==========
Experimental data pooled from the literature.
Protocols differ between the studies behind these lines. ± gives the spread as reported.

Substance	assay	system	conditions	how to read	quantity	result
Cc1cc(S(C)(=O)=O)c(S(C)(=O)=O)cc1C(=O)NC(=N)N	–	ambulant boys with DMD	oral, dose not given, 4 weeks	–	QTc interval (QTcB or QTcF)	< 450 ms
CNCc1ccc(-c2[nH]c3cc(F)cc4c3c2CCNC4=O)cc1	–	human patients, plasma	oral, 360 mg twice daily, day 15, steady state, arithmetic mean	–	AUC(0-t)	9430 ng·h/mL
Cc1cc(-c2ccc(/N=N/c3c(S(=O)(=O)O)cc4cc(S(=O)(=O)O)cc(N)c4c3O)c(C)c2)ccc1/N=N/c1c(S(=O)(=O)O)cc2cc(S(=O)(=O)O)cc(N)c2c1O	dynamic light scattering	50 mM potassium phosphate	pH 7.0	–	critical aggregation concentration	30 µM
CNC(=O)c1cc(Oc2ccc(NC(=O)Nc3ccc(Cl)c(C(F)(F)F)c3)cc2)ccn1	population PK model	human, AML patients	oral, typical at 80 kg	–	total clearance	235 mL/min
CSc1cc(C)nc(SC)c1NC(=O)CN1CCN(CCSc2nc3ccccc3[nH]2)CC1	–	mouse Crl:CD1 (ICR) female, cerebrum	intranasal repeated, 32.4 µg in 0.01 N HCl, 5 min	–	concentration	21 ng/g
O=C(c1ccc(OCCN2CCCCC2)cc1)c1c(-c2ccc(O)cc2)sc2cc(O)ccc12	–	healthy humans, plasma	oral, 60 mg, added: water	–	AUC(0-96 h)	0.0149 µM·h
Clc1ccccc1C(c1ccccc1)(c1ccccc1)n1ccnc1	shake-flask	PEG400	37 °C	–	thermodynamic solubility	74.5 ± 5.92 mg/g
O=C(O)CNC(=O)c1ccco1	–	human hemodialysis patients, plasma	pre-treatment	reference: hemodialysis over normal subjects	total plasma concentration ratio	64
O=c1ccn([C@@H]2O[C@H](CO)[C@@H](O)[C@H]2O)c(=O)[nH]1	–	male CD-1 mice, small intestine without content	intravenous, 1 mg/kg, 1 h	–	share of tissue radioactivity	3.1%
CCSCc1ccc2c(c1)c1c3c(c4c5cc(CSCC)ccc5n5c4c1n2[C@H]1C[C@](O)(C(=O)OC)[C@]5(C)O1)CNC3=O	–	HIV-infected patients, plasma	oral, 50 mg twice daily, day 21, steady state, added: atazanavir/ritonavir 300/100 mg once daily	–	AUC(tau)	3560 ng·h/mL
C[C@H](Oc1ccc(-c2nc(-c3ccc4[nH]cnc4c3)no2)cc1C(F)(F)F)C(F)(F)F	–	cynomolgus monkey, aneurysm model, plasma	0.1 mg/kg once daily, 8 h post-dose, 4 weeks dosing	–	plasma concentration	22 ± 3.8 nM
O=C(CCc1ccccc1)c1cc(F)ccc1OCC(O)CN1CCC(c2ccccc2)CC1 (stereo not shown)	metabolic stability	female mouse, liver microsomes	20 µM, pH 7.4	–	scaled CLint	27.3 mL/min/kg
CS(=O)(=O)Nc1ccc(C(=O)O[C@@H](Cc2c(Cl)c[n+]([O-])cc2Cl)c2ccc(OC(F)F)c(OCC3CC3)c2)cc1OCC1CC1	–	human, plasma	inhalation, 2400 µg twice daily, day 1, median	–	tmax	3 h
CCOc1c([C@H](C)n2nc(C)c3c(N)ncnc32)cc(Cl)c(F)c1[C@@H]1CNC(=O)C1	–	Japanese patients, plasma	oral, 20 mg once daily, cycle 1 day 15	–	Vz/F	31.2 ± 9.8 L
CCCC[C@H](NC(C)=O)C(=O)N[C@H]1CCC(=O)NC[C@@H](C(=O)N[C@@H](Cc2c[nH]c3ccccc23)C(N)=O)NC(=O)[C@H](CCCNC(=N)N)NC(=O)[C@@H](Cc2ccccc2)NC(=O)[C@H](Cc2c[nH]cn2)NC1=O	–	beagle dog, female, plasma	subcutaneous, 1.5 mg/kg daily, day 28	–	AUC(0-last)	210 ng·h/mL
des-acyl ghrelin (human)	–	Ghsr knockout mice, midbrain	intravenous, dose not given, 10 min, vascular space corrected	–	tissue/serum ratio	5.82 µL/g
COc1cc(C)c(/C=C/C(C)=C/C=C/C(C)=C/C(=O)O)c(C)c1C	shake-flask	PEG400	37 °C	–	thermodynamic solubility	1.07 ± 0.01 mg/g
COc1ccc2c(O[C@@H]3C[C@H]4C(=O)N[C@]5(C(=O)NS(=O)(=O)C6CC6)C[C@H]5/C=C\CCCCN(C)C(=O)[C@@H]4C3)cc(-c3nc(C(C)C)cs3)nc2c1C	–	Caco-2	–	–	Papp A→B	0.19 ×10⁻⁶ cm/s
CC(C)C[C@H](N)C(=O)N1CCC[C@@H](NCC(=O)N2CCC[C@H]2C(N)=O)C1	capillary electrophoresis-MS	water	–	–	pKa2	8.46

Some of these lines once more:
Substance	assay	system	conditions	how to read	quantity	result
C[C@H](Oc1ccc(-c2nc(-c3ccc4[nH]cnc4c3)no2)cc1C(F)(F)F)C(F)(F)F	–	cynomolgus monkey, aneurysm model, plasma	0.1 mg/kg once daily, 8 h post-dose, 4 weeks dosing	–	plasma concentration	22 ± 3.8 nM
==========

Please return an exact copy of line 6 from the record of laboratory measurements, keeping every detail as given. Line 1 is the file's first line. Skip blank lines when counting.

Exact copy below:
Cc1cc(-c2ccc(/N=N/c3c(S(=O)(=O)O)cc4cc(S(=O)(=O)O)cc(N)c4c3O)c(C)c2)ccc1/N=N/c1c(S(=O)(=O)O)cc2cc(S(=O)(=O)O)cc(N)c2c1O	dynamic light scattering	50 mM potassium phosphate	pH 7.0	–	critical aggregation concentration	30 µM